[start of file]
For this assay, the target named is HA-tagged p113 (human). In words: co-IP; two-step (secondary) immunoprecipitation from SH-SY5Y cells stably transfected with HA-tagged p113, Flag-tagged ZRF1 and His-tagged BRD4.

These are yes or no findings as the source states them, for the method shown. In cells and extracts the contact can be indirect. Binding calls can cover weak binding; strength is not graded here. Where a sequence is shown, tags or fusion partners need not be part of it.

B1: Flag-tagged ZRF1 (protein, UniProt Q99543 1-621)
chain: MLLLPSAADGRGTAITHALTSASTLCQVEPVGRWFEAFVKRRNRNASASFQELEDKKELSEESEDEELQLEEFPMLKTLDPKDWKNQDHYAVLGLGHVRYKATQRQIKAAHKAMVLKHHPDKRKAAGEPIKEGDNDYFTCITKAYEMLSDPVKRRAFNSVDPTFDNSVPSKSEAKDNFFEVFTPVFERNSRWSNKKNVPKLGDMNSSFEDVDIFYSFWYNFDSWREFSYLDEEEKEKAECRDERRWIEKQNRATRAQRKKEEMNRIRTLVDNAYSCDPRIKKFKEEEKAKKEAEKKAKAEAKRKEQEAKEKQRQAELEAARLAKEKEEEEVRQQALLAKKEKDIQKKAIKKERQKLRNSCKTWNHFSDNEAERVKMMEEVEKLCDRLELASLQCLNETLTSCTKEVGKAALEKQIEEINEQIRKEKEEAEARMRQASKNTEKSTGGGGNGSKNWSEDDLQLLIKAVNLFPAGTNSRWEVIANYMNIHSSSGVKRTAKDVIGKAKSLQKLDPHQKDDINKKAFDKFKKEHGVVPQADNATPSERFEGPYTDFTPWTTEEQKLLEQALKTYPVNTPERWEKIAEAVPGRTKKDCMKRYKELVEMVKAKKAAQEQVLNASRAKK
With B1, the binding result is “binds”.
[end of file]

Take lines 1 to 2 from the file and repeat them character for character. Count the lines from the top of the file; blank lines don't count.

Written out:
For this assay, the target named is HA-tagged p113 (human). In words: co-IP; two-step (secondary) immunoprecipitation from SH-SY5Y cells stably transfected with HA-tagged p113, Flag-tagged ZRF1 and His-tagged BRD4.

These are yes or no findings as the source states them, for the method shown. In cells and extracts the contact can be indirect. Binding calls can cover weak binding; strength is not graded here. Where a sequence is shown, tags or fusion partners need not be part of it.